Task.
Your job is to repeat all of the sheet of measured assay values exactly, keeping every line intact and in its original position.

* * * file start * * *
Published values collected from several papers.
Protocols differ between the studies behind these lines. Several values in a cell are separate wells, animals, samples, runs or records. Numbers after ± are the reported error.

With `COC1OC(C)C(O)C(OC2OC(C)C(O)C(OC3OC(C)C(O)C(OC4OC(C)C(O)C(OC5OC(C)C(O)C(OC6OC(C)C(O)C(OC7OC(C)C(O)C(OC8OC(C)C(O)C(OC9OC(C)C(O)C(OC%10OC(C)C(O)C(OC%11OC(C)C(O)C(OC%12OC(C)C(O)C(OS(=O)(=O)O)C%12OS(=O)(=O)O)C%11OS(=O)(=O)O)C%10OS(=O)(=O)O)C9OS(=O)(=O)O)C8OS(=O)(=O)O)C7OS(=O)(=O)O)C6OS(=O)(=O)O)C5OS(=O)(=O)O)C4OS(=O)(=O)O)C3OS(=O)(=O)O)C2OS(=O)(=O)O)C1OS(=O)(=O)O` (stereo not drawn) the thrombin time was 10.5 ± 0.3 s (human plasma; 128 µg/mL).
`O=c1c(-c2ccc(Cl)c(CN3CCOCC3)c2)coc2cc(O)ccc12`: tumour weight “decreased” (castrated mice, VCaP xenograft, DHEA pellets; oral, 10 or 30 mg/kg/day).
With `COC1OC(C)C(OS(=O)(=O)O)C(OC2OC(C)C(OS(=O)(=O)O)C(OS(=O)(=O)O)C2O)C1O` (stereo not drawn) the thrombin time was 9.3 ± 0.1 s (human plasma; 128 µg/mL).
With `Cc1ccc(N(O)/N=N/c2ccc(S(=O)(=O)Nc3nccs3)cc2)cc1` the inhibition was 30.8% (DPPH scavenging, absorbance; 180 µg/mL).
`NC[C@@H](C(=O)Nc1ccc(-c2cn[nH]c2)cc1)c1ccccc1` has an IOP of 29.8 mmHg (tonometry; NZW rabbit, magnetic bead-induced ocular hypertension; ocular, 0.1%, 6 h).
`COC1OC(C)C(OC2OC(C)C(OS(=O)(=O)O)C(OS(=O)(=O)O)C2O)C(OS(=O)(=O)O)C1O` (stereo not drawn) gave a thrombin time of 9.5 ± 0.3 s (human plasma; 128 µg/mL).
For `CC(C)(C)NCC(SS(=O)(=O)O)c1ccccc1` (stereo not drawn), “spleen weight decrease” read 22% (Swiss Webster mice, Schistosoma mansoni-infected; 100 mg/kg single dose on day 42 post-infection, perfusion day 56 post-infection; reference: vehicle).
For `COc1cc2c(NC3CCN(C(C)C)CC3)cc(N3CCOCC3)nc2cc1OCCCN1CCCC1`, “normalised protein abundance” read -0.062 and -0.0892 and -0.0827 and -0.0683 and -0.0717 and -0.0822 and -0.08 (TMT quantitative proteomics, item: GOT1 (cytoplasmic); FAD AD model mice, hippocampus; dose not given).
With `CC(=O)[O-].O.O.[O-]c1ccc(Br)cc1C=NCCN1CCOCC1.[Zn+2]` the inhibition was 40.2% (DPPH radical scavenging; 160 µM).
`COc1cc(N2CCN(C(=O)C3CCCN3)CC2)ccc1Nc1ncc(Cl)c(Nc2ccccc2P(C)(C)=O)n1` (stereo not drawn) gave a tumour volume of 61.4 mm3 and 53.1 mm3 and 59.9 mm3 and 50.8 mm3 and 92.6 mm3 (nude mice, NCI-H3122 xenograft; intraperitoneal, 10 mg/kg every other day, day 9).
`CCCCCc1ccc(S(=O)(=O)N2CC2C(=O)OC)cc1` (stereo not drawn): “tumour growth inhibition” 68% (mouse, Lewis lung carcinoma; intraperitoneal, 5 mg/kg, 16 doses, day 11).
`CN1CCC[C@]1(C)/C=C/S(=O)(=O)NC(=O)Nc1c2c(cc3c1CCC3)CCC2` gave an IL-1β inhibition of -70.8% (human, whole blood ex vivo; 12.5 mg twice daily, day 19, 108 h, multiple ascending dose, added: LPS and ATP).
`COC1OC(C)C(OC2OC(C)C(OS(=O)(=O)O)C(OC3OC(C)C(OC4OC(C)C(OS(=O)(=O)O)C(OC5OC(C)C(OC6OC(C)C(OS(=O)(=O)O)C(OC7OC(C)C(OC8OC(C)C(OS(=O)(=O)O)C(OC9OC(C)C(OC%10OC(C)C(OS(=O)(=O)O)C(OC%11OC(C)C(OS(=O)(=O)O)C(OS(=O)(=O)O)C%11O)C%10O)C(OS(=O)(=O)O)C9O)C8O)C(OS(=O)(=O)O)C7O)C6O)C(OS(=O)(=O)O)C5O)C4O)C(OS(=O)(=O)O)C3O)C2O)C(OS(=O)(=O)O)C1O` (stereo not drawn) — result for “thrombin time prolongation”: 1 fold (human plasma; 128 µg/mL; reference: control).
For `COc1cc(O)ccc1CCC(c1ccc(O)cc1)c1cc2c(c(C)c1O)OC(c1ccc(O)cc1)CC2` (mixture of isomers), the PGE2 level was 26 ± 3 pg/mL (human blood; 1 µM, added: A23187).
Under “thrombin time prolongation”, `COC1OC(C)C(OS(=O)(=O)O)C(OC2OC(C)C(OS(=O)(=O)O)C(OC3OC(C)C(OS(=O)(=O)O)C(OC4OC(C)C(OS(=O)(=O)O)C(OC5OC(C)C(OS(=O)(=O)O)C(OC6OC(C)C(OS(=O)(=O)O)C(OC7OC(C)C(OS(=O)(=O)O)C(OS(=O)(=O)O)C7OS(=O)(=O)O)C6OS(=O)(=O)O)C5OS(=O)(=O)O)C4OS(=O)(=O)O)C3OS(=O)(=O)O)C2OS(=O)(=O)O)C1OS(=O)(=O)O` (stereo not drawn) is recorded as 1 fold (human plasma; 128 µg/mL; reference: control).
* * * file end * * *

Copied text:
Published values collected from several papers.
Protocols differ between the studies behind these lines. Several values in a cell are separate wells, animals, samples, runs or records. Numbers after ± are the reported error.

With `COC1OC(C)C(O)C(OC2OC(C)C(O)C(OC3OC(C)C(O)C(OC4OC(C)C(O)C(OC5OC(C)C(O)C(OC6OC(C)C(O)C(OC7OC(C)C(O)C(OC8OC(C)C(O)C(OC9OC(C)C(O)C(OC%10OC(C)C(O)C(OC%11OC(C)C(O)C(OC%12OC(C)C(O)C(OS(=O)(=O)O)C%12OS(=O)(=O)O)C%11OS(=O)(=O)O)C%10OS(=O)(=O)O)C9OS(=O)(=O)O)C8OS(=O)(=O)O)C7OS(=O)(=O)O)C6OS(=O)(=O)O)C5OS(=O)(=O)O)C4OS(=O)(=O)O)C3OS(=O)(=O)O)C2OS(=O)(=O)O)C1OS(=O)(=O)O` (stereo not drawn) the thrombin time was 10.5 ± 0.3 s (human plasma; 128 µg/mL).
`O=c1c(-c2ccc(Cl)c(CN3CCOCC3)c2)coc2cc(O)ccc12`: tumour weight “decreased” (castrated mice, VCaP xenograft, DHEA pellets; oral, 10 or 30 mg/kg/day).
With `COC1OC(C)C(OS(=O)(=O)O)C(OC2OC(C)C(OS(=O)(=O)O)C(OS(=O)(=O)O)C2O)C1O` (stereo not drawn) the thrombin time was 9.3 ± 0.1 s (human plasma; 128 µg/mL).
With `Cc1ccc(N(O)/N=N/c2ccc(S(=O)(=O)Nc3nccs3)cc2)cc1` the inhibition was 30.8% (DPPH scavenging, absorbance; 180 µg/mL).
`NC[C@@H](C(=O)Nc1ccc(-c2cn[nH]c2)cc1)c1ccccc1` has an IOP of 29.8 mmHg (tonometry; NZW rabbit, magnetic bead-induced ocular hypertension; ocular, 0.1%, 6 h).
`COC1OC(C)C(OC2OC(C)C(OS(=O)(=O)O)C(OS(=O)(=O)O)C2O)C(OS(=O)(=O)O)C1O` (stereo not drawn) gave a thrombin time of 9.5 ± 0.3 s (human plasma; 128 µg/mL).
For `CC(C)(C)NCC(SS(=O)(=O)O)c1ccccc1` (stereo not drawn), “spleen weight decrease” read 22% (Swiss Webster mice, Schistosoma mansoni-infected; 100 mg/kg single dose on day 42 post-infection, perfusion day 56 post-infection; reference: vehicle).
For `COc1cc2c(NC3CCN(C(C)C)CC3)cc(N3CCOCC3)nc2cc1OCCCN1CCCC1`, “normalised protein abundance” read -0.062 and -0.0892 and -0.0827 and -0.0683 and -0.0717 and -0.0822 and -0.08 (TMT quantitative proteomics, item: GOT1 (cytoplasmic); FAD AD model mice, hippocampus; dose not given).
With `CC(=O)[O-].O.O.[O-]c1ccc(Br)cc1C=NCCN1CCOCC1.[Zn+2]` the inhibition was 40.2% (DPPH radical scavenging; 160 µM).
`COc1cc(N2CCN(C(=O)C3CCCN3)CC2)ccc1Nc1ncc(Cl)c(Nc2ccccc2P(C)(C)=O)n1` (stereo not drawn) gave a tumour volume of 61.4 mm3 and 53.1 mm3 and 59.9 mm3 and 50.8 mm3 and 92.6 mm3 (nude mice, NCI-H3122 xenograft; intraperitoneal, 10 mg/kg every other day, day 9).
`CCCCCc1ccc(S(=O)(=O)N2CC2C(=O)OC)cc1` (stereo not drawn): “tumour growth inhibition” 68% (mouse, Lewis lung carcinoma; intraperitoneal, 5 mg/kg, 16 doses, day 11).
`CN1CCC[C@]1(C)/C=C/S(=O)(=O)NC(=O)Nc1c2c(cc3c1CCC3)CCC2` gave an IL-1β inhibition of -70.8% (human, whole blood ex vivo; 12.5 mg twice daily, day 19, 108 h, multiple ascending dose, added: LPS and ATP).
`COC1OC(C)C(OC2OC(C)C(OS(=O)(=O)O)C(OC3OC(C)C(OC4OC(C)C(OS(=O)(=O)O)C(OC5OC(C)C(OC6OC(C)C(OS(=O)(=O)O)C(OC7OC(C)C(OC8OC(C)C(OS(=O)(=O)O)C(OC9OC(C)C(OC%10OC(C)C(OS(=O)(=O)O)C(OC%11OC(C)C(OS(=O)(=O)O)C(OS(=O)(=O)O)C%11O)C%10O)C(OS(=O)(=O)O)C9O)C8O)C(OS(=O)(=O)O)C7O)C6O)C(OS(=O)(=O)O)C5O)C4O)C(OS(=O)(=O)O)C3O)C2O)C(OS(=O)(=O)O)C1O` (stereo not drawn) — result for “thrombin time prolongation”: 1 fold (human plasma; 128 µg/mL; reference: control).
For `COc1cc(O)ccc1CCC(c1ccc(O)cc1)c1cc2c(c(C)c1O)OC(c1ccc(O)cc1)CC2` (mixture of isomers), the PGE2 level was 26 ± 3 pg/mL (human blood; 1 µM, added: A23187).
Under “thrombin time prolongation”, `COC1OC(C)C(OS(=O)(=O)O)C(OC2OC(C)C(OS(=O)(=O)O)C(OC3OC(C)C(OS(=O)(=O)O)C(OC4OC(C)C(OS(=O)(=O)O)C(OC5OC(C)C(OS(=O)(=O)O)C(OC6OC(C)C(OS(=O)(=O)O)C(OC7OC(C)C(OS(=O)(=O)O)C(OS(=O)(=O)O)C7OS(=O)(=O)O)C6OS(=O)(=O)O)C5OS(=O)(=O)O)C4OS(=O)(=O)O)C3OS(=O)(=O)O)C2OS(=O)(=O)O)C1OS(=O)(=O)O` (stereo not drawn) is recorded as 1 fold (human plasma; 128 µg/mL; reference: control).